Dissecting Genevieve’s Netflix ‘Lionheart’ Deal

Vanessa Obioha takes a critical look at the news of Netflix’s acquisition of Genevieve Nnaji’s ‘Lionheart’ movie and its impact on the film industry.

International film festivals are usually a marketable ground for filmmakers to strike new deals and Nigerian filmmakers are gradually tapping into the opportunities such platforms provide. This new fashion for international reach comes with certain perks – better quality movies for the consumers, a befitting platform for the cast and crew and an overall better projection of the industry at a grand scale.

Genevieve Nnaji, a longtime Nollywood key player tagged along on a production team in 2015 with Chichi Nwoko and Chinny Onwugbenu to bring to life the movie ‘Road To Yesterday’ which featured British actor Oris Erhuero. Indeed, the hunger to take the role of captain rather than play a singular role of actor set in for the Imo state-born screen diva thereafter.

Three years after the film’s debut and two years after earning and sharing an AMVCA trophy for Best Film West Africa with fellow co-producers, Nnaji climbed swiftly to a directorial position with the debut of her movie ‘Lionheart’ at the Toronto International Film Festival on Saturday, September 8.

The synopsis of the actress plied film relays the hurdles of an Igbo family that is into transport business. The dramedy stars Pete Edochie, Nkem Owoh, Onyeka Onwenu, Genevieve Nnaji, Kanayo O. Kanayo with a cameo role by Phyno.

Upon its screening, Netflix announced on their site claiming that they had bought the rights to stream ‘Lionheart’ to its subscribers worldwide with no set date for stream commencement at the time of this report.

This not only makes ‘Lionheart’ the first Nigerian movie to reach this milestone, it marks Nnaji as the first female producer in Nigeria to do so.

While Nnaji is highly lauded for opening such a window, the deal however speak volumes of the online streaming platform fierce competitive spirit to expand the volume of its content.

In only a few years, the streaming giant has pushed aside major movie production companies in the USA such as HBO, while inspiring others like Disney to foray into the streaming business.

They also pose a threat to other stakeholders as seen at the just concluded Venice Biennale where the National Association of Film Authors (ANAC), which represents directors and screenwriters; Italian Federation of Cinema of Essa (FICE) and Catholic Cinema Exhibitors Association (ACEC), opposed the Biennale promoting a streaming platform with huge resources that is also making the position of Italian and European cinemas extremely difficult.

No doubt, Netflix acquisition of Lionheart from MPM Premium is a smart move, particularly now that the world is focusing on the continent for true stories that celebrate the rich cultural heritage of Africa. The streaming brand has deftly positioned itself as a pathfinder.

However, with little information on the deal, there is a shadow of doubt that Lionheart will enjoy box office success as Mo Abudu’s ‘The Wedding Party’, which grossed N450m in box office revenue.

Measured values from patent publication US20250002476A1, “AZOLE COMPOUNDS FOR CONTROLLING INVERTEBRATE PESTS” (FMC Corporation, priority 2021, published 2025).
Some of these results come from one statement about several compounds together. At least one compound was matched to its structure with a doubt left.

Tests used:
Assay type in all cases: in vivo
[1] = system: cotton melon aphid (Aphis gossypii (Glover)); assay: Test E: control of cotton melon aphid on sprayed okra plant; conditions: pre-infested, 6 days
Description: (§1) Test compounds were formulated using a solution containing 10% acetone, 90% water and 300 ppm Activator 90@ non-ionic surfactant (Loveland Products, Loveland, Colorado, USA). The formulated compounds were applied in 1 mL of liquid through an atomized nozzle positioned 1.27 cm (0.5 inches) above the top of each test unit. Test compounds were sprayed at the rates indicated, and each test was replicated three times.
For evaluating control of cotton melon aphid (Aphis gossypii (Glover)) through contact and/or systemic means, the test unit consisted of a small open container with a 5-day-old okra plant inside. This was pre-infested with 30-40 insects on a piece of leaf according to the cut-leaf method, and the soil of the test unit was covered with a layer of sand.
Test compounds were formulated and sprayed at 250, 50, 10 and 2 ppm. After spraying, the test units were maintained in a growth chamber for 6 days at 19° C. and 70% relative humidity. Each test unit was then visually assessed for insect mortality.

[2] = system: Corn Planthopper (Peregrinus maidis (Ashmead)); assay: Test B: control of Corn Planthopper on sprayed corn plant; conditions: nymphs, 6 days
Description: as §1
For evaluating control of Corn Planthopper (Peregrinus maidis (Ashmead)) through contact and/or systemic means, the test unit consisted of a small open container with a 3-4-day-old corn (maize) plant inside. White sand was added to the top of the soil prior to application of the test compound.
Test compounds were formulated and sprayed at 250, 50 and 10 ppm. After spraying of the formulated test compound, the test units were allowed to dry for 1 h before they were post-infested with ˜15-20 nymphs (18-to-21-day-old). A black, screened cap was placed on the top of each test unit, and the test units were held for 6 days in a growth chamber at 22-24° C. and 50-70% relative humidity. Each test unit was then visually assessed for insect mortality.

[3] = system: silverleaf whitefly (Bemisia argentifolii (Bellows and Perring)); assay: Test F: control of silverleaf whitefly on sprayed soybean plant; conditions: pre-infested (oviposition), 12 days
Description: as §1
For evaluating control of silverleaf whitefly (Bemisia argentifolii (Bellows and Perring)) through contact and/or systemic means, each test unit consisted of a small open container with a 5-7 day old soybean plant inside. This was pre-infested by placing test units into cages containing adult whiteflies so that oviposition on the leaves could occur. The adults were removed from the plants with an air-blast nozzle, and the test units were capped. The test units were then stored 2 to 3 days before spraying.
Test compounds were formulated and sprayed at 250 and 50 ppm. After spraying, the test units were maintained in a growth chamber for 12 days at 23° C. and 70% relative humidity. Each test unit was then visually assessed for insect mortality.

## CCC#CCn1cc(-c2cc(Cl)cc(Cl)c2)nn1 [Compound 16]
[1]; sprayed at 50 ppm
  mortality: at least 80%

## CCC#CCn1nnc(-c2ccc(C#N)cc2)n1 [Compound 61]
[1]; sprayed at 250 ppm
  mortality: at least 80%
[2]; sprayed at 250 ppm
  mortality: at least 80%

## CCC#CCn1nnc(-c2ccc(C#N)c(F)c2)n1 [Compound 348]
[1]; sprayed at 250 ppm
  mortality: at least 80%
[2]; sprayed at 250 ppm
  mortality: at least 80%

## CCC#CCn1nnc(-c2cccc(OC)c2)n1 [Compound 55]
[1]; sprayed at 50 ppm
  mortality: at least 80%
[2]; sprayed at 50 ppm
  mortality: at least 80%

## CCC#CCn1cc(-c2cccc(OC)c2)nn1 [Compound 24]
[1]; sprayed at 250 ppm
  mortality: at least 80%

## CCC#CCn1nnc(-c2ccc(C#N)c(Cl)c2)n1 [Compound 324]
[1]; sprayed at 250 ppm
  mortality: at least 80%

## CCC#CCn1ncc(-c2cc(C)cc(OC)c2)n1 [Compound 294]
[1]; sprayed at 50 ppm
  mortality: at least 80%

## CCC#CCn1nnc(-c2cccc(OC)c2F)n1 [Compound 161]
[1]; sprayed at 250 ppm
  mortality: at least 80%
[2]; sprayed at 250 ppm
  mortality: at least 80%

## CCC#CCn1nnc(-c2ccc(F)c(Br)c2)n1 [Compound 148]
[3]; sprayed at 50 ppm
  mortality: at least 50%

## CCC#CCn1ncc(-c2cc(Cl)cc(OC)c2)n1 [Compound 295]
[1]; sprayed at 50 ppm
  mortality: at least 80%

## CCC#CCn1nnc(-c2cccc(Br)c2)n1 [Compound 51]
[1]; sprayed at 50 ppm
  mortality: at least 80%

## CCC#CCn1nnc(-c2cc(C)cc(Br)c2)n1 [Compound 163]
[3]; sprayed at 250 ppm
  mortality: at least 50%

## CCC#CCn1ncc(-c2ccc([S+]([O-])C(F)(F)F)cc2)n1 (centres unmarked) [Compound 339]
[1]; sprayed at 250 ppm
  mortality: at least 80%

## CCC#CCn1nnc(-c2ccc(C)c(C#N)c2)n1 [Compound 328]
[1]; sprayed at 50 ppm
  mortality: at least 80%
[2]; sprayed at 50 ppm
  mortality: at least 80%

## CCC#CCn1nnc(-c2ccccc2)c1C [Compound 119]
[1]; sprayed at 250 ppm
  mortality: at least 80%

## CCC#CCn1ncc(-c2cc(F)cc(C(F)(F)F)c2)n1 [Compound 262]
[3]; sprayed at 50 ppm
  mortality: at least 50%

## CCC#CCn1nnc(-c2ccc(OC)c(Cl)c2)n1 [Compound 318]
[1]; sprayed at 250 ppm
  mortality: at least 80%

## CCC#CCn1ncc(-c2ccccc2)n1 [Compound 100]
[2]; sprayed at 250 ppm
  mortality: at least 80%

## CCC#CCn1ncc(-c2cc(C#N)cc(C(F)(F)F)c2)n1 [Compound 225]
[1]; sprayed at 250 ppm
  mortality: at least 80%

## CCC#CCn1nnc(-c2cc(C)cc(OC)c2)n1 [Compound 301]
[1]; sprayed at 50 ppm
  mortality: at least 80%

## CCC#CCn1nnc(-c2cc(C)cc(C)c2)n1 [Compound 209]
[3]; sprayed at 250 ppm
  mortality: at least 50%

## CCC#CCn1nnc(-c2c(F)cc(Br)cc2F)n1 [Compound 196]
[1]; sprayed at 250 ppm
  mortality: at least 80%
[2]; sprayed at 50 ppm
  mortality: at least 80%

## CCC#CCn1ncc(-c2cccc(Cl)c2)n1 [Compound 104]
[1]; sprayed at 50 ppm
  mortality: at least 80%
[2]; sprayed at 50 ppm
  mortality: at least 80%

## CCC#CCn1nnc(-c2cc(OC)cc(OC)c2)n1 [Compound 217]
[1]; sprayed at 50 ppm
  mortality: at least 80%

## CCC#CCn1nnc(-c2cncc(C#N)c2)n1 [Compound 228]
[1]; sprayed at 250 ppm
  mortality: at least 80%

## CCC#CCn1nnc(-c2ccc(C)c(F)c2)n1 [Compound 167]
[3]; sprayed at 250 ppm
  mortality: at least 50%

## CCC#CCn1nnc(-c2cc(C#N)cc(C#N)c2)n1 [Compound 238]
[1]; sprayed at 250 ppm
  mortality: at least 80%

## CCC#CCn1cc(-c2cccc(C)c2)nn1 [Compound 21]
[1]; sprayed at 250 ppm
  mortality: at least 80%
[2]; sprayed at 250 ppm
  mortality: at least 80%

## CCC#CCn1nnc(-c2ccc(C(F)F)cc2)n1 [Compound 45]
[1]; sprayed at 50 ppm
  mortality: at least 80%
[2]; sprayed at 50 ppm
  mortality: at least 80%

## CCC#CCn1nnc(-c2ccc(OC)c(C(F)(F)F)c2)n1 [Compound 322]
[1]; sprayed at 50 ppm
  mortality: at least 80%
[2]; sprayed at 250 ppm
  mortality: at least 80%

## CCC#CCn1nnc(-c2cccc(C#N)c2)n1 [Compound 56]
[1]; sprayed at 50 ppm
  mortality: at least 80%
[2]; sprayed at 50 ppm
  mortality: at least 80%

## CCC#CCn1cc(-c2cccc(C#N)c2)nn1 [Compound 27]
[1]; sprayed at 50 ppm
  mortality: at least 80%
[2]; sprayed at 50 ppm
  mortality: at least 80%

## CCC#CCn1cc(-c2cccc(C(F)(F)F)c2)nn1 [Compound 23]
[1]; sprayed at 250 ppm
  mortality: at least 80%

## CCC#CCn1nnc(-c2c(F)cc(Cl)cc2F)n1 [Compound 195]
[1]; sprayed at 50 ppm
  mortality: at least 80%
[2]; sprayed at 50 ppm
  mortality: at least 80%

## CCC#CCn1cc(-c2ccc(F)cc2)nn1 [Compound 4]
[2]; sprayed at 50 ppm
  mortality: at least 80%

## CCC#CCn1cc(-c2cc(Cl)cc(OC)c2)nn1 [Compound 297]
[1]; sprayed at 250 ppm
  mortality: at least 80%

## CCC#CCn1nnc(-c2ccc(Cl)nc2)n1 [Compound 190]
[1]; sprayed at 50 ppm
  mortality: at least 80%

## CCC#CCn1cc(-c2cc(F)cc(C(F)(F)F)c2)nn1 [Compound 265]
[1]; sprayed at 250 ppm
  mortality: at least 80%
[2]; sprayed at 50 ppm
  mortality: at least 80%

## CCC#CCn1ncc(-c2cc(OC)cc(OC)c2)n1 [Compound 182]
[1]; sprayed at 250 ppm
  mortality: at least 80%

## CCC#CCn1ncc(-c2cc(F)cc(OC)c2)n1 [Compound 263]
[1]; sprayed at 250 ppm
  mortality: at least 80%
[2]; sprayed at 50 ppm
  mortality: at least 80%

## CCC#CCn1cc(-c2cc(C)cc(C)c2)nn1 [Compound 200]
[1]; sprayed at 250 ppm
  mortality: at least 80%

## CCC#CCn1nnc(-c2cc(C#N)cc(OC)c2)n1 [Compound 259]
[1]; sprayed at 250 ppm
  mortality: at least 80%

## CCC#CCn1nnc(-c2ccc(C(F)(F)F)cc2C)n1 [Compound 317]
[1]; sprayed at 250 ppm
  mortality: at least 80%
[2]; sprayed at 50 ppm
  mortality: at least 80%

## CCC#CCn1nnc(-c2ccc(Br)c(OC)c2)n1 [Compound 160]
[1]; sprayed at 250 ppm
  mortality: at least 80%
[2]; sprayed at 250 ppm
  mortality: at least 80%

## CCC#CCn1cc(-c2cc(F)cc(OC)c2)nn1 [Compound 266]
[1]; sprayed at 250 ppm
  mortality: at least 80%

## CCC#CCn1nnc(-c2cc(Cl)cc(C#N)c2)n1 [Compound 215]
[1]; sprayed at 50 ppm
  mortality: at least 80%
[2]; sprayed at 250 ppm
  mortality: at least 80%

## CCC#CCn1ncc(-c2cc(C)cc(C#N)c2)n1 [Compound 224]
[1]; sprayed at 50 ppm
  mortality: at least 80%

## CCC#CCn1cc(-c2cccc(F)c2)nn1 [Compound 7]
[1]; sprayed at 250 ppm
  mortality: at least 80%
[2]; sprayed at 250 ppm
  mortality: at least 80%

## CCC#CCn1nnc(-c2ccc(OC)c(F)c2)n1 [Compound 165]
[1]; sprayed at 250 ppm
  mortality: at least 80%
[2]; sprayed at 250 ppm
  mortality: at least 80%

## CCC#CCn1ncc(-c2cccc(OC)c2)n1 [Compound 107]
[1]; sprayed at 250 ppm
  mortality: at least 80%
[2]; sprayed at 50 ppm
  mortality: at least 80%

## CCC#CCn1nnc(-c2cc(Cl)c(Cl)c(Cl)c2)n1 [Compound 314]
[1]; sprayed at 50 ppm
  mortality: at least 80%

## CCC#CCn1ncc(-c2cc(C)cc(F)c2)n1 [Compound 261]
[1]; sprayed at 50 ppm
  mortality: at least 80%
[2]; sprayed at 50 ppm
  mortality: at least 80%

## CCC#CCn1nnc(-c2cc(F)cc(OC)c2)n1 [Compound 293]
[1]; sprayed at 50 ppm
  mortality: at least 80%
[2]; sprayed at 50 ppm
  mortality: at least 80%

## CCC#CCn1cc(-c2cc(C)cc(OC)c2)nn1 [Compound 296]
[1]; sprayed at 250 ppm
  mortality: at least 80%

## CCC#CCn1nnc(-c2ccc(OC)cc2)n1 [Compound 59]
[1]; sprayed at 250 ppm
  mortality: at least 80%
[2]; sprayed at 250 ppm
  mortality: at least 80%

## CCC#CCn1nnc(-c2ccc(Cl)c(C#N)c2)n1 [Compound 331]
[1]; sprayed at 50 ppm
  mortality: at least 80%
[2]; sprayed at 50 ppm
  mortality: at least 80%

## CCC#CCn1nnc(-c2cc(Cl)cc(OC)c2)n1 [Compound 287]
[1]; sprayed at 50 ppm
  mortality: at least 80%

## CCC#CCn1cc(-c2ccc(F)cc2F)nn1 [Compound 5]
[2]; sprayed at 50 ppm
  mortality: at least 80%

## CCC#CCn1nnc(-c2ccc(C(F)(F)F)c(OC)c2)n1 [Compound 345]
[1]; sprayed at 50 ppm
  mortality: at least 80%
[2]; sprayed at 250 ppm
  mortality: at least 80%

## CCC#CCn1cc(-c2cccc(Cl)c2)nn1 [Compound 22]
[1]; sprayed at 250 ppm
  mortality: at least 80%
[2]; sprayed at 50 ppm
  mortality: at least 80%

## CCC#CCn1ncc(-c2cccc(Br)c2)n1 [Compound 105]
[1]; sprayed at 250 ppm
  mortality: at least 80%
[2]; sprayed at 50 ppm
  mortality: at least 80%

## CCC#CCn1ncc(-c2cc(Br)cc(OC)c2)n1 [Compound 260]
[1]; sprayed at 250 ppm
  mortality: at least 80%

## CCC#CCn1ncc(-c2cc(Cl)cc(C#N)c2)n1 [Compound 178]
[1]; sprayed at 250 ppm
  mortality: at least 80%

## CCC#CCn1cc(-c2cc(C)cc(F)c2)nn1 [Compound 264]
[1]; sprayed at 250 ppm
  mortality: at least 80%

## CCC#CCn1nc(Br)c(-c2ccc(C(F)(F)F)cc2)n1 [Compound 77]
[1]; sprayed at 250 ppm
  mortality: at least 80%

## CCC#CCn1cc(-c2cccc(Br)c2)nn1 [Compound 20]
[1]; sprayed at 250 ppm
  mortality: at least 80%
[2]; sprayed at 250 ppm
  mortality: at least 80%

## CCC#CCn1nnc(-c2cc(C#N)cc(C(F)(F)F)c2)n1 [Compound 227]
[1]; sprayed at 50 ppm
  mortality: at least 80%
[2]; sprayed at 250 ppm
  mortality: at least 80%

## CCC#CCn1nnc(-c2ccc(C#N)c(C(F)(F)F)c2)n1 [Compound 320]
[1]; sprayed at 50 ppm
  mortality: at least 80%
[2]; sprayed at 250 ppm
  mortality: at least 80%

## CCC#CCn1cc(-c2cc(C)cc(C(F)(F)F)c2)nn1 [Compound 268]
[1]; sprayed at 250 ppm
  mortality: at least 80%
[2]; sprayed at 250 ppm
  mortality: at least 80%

With ‘Lionheart’ posing as a Netflix content, the platform not only exposes it to poor sales but also to rampant bootlegging. The success story behind ‘The Wedding Party’ was born out of their ability to securely guard the stock format from pirates.

This in turn compelled most people to visit the cinema to experience the hype built around it. Currently, a trip to Alaba International Market in Ojo area of Lagos State will present itself as a buffet to choose the latest Netflix offerings, and in clear, HD format at that.

This is further made possible with Netflix’s traditional way of releasing all episodes of their series at once, in a bid to give the true binge experience coined as ‘Netflix and Chill’.

Of course, most people would rather spend a meagre N100 to see the film than visit a cinema where they might end up spending over N2,000. The latter is highly unlikely to occur if conscious efforts are taken to avoid pirated copies filtering the market.

There is also the possibility that most people would have seen the movie by the time it premieres in cinemas here, except for a select die-hard fans who will remain resolute to drop their coins into her pocket. But this group only makes up a tiny portion of interested persons that might want to see the film, thus, reflecting low earnings at the end of the day.

The idea by Netflix to adopt the film no doubt speaks volume about the quality of work Nnaji has put in, but certain steps should be looked into first.

Netflix’s purchase shouldn’t translate to immediate streaming on its platform. Its premiere in Nigerian cinemas and its availability on Netflix should be paramount and months apart; giving room to amass on domestic gross earnings.

A case where Netflix makes it available on its official website for streaming prior to its premiere in local cinemas would be an imprudent case of ‘penny wise, pound foolish’, losing at home at the risk of international exposure.

The only acceptable case is if the drafted deal compensates for the risk of failure at local level where the bulk of her audience is located else, this seemingly well-thought-out body of work might lurk in the ally, begging for scraps as royalty.

Gaining from both the deal and exclusive premiere in Nigeria cinemas only proves to be the most commercially viable route, lest its turbulent plot be reenacted in real life.

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